Brief History of Greece

The history of Greece is a rich tapestry that has significantly influenced Western civilization. The roots of Greek history stretch back to the Bronze Age with civilizations like the Minoans on Crete and the Mycenaeans on the Greek mainland.

After the decline of the Mycenaean civilization around 1100 BCE, Greece entered a Dark Age where literacy and organization waned. By the Archaic Period (c. 800–500 BCE), the Greek alphabet was developed and the city-states, or “poleis,” like Athens and Sparta, became more organized and influential.

During this time, colonization also helped to spread Greek culture throughout the Mediterranean. The Classical Period (c. 500–323 BCE) saw Greece repel the Persian invasions in the famous Persian Wars, which led to a brief alliance among various Greek states.

Athens entered its Golden Age, marked by the birth of democracy and contributions from figures like Socrates, Plato, and Pericles. However, the Peloponnesian War between Athens and Sparta led to the weakening of these city-states.

Macedonia, under Philip II and his son Alexander the Great, eventually conquered the weakened Greek states. Alexander’s empire stretched from Greece to India, disseminating Greek culture far and wide.

Following Alexander’s death, Greece entered the Hellenistic Period (323–31 BCE), marked by division and rule under various successor states. Eventually, Greece became part of the Roman Empire, then later the Byzantine Empire, retaining its cultural influence even as political power shifted.

After a period of Ottoman rule, modern Greece gained independence in the 19th century and has since been a nation navigating between its ancient legacy and its role in the modern world.

About Greece

Country Code: +30.

Crime: Greece is generally considered to be a safe country. Common crimes in tourist areas include pickpocketing, bag-snatching, and other forms of petty theft. Scams targeting tourists can also occur, particularly in urban centers and heavily-touristed islands.

In recent years, Greece has faced economic challenges, including a significant economic crisis that started in 2008. Economic hardship often correlates with an uptick in crime, but Greece has remained relatively safe despite these challenges. Protests and strikes occur more frequently in times of economic or political tension and can sometimes lead to confrontations between police and protesters, but these are not usually targeted at tourists or the general populace.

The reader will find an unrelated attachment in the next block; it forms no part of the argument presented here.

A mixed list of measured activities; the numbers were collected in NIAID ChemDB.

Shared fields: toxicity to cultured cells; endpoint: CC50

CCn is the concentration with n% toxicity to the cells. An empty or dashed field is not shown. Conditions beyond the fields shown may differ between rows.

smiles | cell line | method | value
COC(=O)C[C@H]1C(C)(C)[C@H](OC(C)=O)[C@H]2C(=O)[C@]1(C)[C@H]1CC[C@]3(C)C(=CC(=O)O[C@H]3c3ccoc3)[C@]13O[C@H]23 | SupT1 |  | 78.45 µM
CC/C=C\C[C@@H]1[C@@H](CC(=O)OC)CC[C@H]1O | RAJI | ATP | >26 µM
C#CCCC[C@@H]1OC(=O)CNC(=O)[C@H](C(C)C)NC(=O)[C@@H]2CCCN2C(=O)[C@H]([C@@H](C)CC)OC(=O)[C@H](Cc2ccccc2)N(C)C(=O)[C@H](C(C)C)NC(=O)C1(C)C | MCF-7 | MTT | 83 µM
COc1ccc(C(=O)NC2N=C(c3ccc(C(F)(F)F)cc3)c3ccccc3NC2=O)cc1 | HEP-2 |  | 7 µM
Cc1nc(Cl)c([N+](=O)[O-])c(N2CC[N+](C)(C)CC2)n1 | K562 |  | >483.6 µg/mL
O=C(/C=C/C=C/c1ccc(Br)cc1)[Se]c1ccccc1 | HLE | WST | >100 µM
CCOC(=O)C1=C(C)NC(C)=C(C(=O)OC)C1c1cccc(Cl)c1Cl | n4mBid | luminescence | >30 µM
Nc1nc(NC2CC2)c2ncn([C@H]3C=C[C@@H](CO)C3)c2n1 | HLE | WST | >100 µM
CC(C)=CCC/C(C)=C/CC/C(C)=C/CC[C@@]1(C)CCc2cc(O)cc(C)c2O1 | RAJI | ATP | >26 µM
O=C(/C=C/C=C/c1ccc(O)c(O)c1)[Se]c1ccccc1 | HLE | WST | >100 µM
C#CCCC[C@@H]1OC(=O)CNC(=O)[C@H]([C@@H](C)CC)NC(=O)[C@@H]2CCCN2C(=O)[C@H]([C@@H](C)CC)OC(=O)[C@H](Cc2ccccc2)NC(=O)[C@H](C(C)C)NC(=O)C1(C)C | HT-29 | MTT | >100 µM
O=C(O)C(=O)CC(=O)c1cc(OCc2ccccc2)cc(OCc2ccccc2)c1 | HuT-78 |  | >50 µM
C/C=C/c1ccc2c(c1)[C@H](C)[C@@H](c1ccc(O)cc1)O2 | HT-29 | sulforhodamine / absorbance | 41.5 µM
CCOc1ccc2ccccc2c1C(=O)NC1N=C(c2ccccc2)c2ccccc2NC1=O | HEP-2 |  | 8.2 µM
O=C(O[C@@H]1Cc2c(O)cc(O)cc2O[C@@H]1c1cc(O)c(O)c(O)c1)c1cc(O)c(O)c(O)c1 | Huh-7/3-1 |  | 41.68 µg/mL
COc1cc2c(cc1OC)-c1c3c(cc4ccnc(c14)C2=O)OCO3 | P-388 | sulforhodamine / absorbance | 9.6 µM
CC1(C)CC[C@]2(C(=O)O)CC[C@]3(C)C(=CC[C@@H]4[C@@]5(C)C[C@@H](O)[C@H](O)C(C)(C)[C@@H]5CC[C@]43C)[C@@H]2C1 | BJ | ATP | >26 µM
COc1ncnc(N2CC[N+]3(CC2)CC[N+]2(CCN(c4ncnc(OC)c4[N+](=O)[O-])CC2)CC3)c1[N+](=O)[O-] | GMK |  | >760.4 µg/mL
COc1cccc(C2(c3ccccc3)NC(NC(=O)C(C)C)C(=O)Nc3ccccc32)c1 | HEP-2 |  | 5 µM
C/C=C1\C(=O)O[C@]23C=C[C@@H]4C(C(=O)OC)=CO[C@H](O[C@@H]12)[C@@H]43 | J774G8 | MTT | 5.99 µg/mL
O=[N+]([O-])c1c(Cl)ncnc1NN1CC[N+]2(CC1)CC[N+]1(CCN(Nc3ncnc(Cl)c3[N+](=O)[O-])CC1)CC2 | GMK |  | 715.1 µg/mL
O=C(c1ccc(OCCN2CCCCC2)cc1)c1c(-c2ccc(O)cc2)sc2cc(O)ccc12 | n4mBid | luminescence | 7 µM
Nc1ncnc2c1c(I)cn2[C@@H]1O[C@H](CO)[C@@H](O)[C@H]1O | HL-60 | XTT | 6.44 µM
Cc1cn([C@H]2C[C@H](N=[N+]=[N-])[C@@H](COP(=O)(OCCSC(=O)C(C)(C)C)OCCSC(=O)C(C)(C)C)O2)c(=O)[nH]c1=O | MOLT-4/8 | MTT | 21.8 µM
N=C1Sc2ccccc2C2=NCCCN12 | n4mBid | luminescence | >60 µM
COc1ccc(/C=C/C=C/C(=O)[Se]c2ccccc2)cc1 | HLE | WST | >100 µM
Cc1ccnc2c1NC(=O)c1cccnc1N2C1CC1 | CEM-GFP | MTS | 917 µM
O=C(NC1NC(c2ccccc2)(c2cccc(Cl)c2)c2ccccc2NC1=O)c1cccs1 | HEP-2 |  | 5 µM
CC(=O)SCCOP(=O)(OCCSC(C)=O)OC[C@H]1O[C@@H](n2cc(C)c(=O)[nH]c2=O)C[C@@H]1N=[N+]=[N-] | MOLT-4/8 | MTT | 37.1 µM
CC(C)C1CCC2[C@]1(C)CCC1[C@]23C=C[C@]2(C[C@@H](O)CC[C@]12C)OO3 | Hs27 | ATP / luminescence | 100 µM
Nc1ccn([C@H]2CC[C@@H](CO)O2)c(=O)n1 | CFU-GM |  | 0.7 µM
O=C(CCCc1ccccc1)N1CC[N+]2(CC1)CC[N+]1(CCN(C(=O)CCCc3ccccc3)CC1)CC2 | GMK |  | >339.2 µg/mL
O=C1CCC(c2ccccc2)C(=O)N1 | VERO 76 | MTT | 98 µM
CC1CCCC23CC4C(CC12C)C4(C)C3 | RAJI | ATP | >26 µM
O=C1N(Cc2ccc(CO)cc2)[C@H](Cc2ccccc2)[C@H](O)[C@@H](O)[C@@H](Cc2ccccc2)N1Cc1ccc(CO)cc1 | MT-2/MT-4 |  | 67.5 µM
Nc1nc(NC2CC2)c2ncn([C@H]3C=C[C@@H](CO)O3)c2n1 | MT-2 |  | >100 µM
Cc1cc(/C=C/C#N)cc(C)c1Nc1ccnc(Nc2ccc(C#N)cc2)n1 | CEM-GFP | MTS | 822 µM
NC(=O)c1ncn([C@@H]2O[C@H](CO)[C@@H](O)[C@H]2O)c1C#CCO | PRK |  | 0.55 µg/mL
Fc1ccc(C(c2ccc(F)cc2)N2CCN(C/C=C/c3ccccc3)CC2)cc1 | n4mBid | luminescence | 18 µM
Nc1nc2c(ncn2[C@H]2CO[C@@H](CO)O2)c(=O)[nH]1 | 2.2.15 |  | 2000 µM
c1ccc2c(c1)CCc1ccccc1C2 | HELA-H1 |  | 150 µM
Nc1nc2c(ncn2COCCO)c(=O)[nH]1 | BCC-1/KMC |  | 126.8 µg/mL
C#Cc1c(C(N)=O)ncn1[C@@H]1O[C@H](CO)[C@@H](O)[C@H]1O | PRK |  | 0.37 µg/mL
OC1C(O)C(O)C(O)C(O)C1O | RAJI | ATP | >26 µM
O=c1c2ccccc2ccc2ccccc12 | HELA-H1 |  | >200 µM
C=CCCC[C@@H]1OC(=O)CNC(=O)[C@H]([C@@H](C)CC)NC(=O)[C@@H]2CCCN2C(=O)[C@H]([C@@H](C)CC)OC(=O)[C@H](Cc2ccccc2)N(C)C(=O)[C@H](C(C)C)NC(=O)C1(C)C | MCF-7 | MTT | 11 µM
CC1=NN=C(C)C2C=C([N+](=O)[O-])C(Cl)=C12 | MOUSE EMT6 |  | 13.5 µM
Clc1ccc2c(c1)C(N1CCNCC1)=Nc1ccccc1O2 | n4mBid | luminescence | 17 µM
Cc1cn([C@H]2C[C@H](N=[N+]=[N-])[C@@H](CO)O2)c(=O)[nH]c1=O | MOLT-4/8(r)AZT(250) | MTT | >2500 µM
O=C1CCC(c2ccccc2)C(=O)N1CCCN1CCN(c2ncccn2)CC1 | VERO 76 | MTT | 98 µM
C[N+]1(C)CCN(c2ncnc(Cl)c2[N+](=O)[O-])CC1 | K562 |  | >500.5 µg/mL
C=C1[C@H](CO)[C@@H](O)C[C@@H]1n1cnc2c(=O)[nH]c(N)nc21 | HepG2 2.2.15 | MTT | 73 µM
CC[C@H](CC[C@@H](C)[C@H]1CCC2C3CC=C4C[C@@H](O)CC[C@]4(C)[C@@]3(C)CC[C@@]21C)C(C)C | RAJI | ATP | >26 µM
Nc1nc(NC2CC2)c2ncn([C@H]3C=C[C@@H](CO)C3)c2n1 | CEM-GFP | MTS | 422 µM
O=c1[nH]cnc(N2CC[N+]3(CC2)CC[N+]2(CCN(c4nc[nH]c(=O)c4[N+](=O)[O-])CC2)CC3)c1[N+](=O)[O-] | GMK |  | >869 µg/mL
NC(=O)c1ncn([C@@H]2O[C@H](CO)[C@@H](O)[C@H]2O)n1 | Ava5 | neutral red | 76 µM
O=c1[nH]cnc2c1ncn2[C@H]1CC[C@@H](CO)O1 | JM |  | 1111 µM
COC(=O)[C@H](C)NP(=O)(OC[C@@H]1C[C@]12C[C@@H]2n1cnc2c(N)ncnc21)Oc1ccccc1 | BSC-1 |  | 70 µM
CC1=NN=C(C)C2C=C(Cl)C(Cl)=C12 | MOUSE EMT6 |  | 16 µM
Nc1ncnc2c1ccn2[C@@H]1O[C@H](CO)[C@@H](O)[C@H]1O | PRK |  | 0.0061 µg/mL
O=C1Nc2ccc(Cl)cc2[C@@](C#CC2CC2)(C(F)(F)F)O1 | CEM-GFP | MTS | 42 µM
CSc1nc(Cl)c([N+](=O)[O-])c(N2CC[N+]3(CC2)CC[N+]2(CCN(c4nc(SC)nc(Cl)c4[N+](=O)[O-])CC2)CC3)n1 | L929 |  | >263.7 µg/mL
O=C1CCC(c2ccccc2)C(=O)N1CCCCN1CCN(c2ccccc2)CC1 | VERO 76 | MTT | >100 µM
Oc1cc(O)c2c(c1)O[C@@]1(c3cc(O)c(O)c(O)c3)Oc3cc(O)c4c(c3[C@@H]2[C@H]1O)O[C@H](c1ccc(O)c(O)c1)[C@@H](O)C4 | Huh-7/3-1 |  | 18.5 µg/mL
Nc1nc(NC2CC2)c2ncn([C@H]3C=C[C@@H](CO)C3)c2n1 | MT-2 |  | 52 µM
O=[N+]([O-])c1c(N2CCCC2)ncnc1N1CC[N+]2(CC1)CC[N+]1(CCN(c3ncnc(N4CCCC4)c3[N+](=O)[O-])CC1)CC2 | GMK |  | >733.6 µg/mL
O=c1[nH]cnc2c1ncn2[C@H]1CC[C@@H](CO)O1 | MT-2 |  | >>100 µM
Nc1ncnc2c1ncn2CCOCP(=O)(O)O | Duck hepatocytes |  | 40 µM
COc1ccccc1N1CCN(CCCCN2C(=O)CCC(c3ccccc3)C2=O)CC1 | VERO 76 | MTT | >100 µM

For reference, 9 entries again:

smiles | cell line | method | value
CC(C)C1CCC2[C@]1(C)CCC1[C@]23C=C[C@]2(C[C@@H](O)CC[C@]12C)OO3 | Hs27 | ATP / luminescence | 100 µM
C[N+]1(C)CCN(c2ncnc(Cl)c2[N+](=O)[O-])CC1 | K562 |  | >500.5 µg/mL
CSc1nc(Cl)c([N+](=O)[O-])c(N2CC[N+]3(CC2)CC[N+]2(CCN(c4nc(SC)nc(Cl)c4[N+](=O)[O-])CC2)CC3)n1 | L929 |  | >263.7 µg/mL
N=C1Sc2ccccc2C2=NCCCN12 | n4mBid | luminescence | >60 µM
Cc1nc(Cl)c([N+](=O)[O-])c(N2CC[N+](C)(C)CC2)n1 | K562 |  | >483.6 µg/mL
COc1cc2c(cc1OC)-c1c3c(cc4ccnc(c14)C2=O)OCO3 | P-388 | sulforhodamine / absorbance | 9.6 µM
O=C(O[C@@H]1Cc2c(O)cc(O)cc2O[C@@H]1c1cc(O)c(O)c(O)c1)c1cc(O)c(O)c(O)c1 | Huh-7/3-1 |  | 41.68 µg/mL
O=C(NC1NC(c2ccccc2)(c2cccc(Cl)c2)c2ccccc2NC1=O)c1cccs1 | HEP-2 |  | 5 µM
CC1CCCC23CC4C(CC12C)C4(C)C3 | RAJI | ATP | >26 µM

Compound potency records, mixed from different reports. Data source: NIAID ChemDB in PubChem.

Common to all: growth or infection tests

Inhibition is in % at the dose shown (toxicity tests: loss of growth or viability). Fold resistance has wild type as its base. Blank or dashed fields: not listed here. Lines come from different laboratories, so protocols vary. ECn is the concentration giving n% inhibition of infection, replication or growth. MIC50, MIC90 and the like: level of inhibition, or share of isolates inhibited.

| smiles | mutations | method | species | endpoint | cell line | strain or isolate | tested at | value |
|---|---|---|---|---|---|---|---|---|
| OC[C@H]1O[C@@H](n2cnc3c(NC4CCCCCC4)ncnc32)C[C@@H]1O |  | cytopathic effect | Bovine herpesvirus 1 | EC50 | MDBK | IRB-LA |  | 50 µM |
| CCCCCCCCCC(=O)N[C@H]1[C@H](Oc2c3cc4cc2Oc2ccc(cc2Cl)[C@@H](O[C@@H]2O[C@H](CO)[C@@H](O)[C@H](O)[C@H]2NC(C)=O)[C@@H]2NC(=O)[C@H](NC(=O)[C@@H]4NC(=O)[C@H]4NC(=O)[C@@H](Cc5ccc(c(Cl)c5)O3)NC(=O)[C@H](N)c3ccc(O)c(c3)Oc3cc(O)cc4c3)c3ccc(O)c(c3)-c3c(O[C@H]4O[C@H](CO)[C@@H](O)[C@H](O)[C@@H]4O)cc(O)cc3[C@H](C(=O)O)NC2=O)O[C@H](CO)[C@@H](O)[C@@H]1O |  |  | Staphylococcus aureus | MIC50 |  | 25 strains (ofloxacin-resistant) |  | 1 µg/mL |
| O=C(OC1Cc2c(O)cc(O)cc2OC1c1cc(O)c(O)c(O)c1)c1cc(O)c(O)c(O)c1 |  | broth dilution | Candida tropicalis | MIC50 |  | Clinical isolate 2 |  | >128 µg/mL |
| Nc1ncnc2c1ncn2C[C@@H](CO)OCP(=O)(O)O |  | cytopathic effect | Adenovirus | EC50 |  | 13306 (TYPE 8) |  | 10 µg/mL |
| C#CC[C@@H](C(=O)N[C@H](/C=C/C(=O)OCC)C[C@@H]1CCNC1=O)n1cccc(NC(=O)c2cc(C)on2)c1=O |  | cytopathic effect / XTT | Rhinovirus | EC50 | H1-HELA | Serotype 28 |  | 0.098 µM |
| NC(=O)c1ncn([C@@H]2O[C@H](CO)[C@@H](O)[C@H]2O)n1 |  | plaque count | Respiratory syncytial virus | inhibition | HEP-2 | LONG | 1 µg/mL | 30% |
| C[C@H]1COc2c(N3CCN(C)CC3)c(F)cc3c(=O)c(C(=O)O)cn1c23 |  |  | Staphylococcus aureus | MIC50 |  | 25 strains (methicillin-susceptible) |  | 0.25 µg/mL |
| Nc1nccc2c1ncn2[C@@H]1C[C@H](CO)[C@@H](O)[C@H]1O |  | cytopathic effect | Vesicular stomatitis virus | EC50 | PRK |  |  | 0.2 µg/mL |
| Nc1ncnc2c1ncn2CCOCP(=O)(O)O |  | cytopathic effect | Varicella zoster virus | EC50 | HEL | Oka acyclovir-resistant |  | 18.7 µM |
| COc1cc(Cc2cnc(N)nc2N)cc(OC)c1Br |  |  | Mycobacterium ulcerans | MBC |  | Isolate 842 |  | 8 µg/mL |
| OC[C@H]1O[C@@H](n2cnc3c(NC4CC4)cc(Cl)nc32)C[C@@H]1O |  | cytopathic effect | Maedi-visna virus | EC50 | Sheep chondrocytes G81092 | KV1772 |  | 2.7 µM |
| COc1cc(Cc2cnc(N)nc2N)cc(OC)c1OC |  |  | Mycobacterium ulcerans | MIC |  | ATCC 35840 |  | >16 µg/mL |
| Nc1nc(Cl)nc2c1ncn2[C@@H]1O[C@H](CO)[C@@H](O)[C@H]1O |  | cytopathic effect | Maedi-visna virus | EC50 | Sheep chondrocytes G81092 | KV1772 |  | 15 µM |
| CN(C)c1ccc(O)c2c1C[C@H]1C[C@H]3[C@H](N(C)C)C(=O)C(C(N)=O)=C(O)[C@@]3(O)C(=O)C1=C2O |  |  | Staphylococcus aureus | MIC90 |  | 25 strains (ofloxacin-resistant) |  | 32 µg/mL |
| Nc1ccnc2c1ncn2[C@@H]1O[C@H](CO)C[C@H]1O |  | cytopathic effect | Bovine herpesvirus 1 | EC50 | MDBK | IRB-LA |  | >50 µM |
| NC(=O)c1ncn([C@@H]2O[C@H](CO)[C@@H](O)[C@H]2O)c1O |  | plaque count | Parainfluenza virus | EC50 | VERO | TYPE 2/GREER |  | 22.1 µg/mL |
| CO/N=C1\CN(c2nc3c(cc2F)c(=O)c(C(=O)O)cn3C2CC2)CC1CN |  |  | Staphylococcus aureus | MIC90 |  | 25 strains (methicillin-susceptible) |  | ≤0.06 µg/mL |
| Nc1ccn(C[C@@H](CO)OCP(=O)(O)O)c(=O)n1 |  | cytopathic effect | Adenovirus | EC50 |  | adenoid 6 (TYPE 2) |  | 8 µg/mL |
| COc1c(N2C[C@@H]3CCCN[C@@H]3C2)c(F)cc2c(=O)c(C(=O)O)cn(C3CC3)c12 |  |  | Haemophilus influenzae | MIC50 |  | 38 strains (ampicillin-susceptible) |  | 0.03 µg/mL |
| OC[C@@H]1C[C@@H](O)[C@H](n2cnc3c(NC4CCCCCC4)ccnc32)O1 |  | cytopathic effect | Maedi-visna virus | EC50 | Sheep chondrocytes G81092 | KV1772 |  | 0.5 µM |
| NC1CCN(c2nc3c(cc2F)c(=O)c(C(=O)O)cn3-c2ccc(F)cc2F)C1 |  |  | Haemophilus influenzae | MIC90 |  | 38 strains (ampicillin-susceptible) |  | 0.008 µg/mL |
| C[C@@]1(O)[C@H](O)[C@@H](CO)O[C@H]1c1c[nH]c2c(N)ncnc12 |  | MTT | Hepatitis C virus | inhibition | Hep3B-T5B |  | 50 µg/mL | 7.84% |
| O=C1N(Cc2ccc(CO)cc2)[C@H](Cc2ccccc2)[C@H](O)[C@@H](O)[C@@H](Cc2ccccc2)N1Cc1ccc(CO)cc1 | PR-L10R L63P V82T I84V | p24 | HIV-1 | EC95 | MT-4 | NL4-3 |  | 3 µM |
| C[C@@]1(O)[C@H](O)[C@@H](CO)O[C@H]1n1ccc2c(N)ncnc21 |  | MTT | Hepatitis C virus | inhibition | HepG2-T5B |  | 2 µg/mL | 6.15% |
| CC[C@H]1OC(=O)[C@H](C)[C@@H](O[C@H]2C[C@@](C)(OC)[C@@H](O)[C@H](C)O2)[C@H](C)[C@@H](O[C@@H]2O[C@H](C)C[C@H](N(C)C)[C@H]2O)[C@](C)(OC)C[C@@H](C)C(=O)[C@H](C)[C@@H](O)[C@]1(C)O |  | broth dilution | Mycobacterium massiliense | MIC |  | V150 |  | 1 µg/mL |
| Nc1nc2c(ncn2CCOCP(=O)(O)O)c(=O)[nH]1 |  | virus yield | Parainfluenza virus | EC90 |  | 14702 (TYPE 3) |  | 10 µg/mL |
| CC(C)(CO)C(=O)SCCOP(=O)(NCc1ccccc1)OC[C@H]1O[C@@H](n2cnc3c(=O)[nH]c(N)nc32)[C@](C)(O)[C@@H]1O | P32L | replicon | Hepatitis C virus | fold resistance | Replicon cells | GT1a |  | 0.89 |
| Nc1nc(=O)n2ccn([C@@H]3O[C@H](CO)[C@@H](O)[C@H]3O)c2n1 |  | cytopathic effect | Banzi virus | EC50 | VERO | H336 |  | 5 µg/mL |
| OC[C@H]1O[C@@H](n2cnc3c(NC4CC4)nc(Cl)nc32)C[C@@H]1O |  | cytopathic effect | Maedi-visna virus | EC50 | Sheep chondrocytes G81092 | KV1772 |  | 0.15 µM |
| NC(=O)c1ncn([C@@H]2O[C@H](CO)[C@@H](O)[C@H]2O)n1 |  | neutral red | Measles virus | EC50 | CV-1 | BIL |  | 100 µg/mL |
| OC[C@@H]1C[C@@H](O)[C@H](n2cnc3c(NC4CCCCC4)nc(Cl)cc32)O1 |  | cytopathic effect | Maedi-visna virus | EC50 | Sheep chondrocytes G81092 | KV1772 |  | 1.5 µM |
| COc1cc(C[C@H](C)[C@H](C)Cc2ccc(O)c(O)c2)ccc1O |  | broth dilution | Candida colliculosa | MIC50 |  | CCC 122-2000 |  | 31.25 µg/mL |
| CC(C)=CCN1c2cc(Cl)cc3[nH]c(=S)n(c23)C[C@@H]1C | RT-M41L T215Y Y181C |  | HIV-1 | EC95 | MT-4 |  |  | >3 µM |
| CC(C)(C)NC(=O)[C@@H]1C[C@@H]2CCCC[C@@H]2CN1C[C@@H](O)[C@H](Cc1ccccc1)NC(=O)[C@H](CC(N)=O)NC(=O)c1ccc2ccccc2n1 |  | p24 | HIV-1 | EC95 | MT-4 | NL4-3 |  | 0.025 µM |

Organized crime does exist, as it does in many countries, but it largely operates in the background and is not usually a concern for the average citizen or tourist. Drug trafficking and human smuggling are issues that the Greek government and international organizations are working to combat.

Cybercrime, fraud, and corruption also exist, but again, these are issues that most tourists or average citizens are unlikely to encounter.

Greece has also been a primary entry point for refugees and migrants into Europe. This has led to political and social tension, though the crime rate has not significantly spiked because of this.

Currency: EU Euro.

Electricity: Type F, but Type C and Type E can also be used (2-pin round for all).

Language: Greek.

Latitude and Longitude: 39.0742° N, 21.8243° E.

Population: 10.64 million (2021).

President: Katerina Sakellaropoulou.

National Parks

Pindus National Park

Located in the Pindus mountain range in Northern Greece, Valia Calda is one of Europe’s most biodiverse regions. It is home to several endangered species, including the brown bear, wolves, and Balkan chamois.

The park’s dense forests are primarily composed of beech, pine, and fir trees. Valia Calda is a hiker’s paradise with several trails offering varying levels of difficulty and stunning scenic views.

Samaria Gorge National Park

This park on the island of Crete is home to the Samaria Gorge, one of the longest gorges in Europe, stretching over 16 kilometers. The hike through the gorge can take between 5 to 7 hours and takes you through a diverse range of landscapes including rocky terrains, forests, and riverbeds.

The park is also home to the endangered Cretan wild goat, locally known as “kri-kri.”

Vikos- Aoos National Park

Situated in the region of Epirus, the Vikos Gorge within the park is listed as the world’s deepest canyon relative to its width by the Guinness Book of Records. The gorge is a haven for ornithologists, with over 100 species of birds recorded.

The Aoös river, which flows through the park, is also a hotspot for activities like rafting.

Mount Olympus National Park

Mount Olympus is Greece’s highest peak and is steeped in mythology as the home of the Twelve Olympian gods and goddesses. The national park is a hub for mountaineering and trekking, with various routes available, some of which lead to the mountain’s highest peak, Mytikas.

The area is also rich in biodiversity, with hundreds of species of flora and fauna, some of which are endemic to the region.

Alonissos National Park

Alonissos Marine Park is the largest marine protected area in Europe. Located in the Northern Sporades islands, the park is particularly known for its population of the Mediterranean monk seal, one of the most endangered marine mammals in the world.